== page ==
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  5. Dana Bunnett

    While I do not think money solves all problems, it can make a difference and the disparity that exists between districts in well-heeled communities and those in lower-income communities is appalling.  Take, for example, two districts here in Santa Clara County. In 08-09,  the Mountain View – Los Altos High School District’s expenditure per ADA was $13,430 whereas in the Eastside Union High School District it was only $9,402.  While a portion of this difference may be attributable to local fundraising, much of it lies in the state/federal funding structure. 
    This funding disparity is very disturbing and perpetuates the segregation of  low-income, minority children into schools with fewer resources, a trend you can see throughout the state.  Eastside has 37.8% of its students on Free/Reduced Price lunch (an indicator of poverty) compared to the MVLA which has only 14.2% on FRP Lunch.   Eastside is 89.5% “minority” with almnost 50%  Latino, Native American and African American background.  MVLA is 44.2% “minority” with 26.5% Latino, Native American and African American.  Last,  the percent of English Language learners in Eastside is 22.3%, in MVLA it is only 7.1%.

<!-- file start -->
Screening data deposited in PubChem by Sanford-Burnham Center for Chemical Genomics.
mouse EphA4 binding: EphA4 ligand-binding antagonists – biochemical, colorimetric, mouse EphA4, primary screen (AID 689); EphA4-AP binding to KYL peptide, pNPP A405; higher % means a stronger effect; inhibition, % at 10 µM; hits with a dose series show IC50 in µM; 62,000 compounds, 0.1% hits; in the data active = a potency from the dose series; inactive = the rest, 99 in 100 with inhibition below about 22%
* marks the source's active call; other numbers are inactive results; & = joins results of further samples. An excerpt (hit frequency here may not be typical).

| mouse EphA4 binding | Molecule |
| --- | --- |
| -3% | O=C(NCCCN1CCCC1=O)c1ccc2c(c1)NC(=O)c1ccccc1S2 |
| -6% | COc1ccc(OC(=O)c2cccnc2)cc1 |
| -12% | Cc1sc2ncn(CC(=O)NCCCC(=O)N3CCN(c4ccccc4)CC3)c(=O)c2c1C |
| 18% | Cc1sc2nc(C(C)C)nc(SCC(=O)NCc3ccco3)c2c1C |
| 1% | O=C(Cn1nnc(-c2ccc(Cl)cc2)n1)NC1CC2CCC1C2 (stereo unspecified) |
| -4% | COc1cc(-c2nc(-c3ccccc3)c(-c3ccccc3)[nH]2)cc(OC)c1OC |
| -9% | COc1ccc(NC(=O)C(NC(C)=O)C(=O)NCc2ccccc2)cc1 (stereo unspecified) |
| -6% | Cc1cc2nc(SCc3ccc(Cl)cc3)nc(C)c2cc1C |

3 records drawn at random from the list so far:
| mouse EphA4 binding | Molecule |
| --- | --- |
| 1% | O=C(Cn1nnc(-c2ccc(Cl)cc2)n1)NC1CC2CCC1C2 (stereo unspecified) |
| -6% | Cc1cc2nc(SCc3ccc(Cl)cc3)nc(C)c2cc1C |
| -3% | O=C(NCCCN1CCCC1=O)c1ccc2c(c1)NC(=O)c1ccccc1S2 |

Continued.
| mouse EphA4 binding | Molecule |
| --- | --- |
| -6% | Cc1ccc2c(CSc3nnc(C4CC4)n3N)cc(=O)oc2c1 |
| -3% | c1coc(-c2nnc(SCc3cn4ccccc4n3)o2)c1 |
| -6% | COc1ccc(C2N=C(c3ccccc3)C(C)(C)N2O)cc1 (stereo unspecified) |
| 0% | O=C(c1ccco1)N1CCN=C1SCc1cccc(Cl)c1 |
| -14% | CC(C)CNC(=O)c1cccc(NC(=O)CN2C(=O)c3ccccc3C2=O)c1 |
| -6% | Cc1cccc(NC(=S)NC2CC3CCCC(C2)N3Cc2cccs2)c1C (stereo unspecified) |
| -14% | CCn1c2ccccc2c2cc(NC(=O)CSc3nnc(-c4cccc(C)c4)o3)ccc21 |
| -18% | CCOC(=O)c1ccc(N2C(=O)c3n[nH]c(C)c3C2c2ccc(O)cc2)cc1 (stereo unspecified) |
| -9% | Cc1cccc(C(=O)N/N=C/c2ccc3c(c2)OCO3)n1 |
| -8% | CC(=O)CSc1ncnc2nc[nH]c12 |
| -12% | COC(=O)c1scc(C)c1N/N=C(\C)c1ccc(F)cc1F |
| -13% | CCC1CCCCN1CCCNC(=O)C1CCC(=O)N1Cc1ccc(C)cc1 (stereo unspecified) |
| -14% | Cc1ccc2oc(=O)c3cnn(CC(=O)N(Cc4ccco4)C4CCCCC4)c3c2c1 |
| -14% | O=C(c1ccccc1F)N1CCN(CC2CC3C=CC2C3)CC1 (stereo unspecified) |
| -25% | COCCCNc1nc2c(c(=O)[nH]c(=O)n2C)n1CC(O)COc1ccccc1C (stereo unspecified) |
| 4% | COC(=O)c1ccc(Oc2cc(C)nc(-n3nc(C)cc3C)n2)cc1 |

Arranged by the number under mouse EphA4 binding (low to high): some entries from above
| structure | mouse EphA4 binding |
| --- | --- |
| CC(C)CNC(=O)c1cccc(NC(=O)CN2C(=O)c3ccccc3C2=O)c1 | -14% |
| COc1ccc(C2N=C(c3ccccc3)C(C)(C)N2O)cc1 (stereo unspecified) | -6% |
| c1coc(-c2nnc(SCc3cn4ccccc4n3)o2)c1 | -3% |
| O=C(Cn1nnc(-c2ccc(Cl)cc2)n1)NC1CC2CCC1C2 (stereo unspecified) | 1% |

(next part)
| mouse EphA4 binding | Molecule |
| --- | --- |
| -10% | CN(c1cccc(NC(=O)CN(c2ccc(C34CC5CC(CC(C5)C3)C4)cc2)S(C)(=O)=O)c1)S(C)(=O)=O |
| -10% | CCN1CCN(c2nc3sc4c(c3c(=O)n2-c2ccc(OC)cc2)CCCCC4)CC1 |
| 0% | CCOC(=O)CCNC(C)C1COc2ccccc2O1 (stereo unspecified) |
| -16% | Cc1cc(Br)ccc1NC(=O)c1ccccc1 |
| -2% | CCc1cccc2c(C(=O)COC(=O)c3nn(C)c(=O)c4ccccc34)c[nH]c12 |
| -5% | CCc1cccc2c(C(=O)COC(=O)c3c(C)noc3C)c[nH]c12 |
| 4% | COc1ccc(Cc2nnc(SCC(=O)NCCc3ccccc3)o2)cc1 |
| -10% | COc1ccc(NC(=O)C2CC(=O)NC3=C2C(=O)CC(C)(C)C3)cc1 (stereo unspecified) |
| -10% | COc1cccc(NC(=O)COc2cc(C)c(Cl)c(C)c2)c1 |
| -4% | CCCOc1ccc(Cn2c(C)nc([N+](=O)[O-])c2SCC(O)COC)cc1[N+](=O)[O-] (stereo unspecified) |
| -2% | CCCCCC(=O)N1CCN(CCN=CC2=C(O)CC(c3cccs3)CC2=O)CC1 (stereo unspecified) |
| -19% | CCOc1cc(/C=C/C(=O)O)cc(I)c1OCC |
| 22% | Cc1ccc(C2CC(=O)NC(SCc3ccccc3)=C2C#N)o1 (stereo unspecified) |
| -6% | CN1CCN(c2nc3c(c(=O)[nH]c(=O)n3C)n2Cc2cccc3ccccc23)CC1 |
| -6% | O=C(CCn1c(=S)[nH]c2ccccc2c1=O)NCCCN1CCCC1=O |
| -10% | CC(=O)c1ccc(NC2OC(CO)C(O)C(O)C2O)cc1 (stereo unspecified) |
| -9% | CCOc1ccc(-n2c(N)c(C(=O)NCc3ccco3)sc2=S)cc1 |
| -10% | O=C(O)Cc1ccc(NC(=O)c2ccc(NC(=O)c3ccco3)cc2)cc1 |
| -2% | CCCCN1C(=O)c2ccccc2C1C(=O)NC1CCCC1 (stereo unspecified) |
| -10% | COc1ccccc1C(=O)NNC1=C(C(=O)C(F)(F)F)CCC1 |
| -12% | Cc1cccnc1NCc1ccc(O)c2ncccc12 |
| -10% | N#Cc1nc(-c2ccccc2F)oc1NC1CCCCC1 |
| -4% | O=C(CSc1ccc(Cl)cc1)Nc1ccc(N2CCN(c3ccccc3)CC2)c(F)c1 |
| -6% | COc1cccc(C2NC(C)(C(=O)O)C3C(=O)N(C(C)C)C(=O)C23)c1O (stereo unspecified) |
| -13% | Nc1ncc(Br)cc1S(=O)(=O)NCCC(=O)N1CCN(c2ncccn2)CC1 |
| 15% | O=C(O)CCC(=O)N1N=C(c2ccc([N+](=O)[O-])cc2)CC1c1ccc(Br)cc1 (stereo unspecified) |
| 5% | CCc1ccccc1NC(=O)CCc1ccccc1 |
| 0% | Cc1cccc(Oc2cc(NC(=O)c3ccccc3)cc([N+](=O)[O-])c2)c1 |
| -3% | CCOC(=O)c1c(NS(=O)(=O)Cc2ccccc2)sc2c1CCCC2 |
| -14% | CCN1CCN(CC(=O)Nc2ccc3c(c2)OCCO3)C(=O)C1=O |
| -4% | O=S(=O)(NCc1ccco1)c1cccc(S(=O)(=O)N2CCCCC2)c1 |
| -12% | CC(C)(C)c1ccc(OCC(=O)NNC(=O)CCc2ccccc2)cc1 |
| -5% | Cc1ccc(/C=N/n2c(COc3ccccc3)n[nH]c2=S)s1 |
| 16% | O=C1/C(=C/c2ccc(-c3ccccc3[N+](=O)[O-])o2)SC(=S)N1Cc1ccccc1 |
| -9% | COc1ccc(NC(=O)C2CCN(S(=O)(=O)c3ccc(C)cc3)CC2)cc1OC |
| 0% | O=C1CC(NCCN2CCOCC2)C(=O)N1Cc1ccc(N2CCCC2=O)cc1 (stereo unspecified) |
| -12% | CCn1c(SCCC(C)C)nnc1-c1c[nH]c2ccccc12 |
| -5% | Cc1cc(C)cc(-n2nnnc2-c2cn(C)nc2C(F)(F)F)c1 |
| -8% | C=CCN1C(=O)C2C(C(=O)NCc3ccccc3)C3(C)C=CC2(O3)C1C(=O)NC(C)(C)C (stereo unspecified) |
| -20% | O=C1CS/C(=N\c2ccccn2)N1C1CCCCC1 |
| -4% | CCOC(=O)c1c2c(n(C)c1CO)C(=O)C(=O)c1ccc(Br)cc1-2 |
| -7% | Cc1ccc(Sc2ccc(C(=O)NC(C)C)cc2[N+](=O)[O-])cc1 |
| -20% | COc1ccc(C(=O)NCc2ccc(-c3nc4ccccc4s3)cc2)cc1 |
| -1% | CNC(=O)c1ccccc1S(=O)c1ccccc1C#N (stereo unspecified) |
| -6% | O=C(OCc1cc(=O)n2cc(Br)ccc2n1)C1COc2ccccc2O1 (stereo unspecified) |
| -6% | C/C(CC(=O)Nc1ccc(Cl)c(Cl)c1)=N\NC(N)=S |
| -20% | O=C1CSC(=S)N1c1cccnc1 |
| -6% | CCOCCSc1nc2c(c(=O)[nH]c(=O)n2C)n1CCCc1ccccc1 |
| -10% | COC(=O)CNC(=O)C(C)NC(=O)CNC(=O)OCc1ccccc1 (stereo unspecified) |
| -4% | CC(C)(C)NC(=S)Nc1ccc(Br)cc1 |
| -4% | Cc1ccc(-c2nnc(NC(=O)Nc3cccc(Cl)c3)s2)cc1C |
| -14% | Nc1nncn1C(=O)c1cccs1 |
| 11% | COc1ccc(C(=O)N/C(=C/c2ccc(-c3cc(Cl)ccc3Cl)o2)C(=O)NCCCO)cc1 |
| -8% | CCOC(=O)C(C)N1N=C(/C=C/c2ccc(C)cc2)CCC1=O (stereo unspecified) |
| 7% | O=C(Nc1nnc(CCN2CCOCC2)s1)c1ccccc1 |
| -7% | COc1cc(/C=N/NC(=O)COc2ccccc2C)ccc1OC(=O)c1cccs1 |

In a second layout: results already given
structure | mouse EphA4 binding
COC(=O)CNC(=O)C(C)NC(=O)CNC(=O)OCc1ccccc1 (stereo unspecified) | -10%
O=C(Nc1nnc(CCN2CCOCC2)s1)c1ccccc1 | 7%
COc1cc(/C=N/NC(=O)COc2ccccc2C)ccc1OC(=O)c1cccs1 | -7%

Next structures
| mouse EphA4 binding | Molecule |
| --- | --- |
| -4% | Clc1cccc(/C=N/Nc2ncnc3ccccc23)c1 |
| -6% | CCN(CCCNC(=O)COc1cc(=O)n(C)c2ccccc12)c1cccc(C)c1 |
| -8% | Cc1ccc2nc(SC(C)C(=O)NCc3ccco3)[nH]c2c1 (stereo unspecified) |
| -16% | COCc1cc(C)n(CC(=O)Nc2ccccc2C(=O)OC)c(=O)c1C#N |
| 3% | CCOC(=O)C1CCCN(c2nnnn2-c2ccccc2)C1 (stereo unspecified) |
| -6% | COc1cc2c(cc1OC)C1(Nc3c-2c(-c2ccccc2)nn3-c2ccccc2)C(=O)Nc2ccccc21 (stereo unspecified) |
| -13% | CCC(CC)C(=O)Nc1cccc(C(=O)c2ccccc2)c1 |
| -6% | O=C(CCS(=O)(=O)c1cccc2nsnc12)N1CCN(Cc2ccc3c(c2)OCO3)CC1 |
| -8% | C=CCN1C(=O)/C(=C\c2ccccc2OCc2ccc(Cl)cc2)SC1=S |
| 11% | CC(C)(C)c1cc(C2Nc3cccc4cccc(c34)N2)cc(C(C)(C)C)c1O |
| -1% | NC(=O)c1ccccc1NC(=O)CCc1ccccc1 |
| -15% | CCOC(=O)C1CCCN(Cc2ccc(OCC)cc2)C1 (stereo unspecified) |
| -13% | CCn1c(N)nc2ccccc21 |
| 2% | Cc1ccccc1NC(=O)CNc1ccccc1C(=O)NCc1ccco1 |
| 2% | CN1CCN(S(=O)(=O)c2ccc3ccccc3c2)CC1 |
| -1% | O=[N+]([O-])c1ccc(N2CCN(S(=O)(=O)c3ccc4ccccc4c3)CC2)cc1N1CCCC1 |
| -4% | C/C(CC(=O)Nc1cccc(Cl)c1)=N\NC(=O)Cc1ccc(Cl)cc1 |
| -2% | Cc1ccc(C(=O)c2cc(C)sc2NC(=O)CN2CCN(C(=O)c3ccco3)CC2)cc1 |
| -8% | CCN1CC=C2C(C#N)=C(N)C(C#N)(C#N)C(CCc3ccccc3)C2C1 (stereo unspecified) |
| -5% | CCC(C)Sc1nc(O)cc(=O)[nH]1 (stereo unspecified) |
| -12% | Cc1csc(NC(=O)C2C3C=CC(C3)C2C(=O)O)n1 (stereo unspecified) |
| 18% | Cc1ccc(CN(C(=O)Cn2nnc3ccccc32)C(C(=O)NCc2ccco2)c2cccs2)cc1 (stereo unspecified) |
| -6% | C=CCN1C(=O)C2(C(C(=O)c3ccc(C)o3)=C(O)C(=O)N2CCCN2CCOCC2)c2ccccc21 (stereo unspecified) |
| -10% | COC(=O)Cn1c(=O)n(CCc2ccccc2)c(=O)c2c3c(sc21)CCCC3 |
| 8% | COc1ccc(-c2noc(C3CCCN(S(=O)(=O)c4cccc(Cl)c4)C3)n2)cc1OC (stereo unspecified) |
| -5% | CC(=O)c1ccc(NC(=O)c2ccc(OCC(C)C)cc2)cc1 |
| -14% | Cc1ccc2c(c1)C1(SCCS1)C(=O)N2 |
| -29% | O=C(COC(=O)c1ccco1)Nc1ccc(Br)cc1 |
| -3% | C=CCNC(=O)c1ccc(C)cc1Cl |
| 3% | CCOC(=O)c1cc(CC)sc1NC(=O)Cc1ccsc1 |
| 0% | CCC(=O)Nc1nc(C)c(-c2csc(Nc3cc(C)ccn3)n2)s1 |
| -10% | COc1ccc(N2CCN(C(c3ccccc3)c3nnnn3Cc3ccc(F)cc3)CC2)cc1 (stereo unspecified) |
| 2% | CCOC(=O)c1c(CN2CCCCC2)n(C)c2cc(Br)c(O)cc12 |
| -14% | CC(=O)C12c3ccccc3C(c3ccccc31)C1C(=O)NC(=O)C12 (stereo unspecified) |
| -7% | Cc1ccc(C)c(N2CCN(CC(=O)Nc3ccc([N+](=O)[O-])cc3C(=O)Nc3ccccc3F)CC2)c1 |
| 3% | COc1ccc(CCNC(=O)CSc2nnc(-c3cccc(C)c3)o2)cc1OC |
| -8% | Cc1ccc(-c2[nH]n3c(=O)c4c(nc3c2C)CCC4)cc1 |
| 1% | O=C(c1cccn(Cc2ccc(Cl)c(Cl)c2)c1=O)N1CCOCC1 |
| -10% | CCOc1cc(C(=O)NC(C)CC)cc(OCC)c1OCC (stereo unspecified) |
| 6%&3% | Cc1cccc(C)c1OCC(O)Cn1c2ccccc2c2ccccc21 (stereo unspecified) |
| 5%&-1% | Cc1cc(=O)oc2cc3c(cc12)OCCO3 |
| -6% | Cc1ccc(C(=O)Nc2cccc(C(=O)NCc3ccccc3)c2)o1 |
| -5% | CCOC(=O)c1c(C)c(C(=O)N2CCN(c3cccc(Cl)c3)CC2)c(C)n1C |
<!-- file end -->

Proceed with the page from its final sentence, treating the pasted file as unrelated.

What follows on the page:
The fear I have with a lawsuit such as this, is that instead of increasing the resources in a district such as Eastside, that the state’s solution to this disparity is to “level down”.  But this solution must be rejected.  A good measure of the cost of sending a student to a high-quality, college prep high school can be ascertained by looking at the cost of tuition at private schools in our area.  Most of these start around $15,000.  By this standard, even MVLA is not funded at adequate levels.  We must find a way to make adequate investments in our children and youth if we hope to have them be successful in learning and successful in life.

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  6. Paul Muench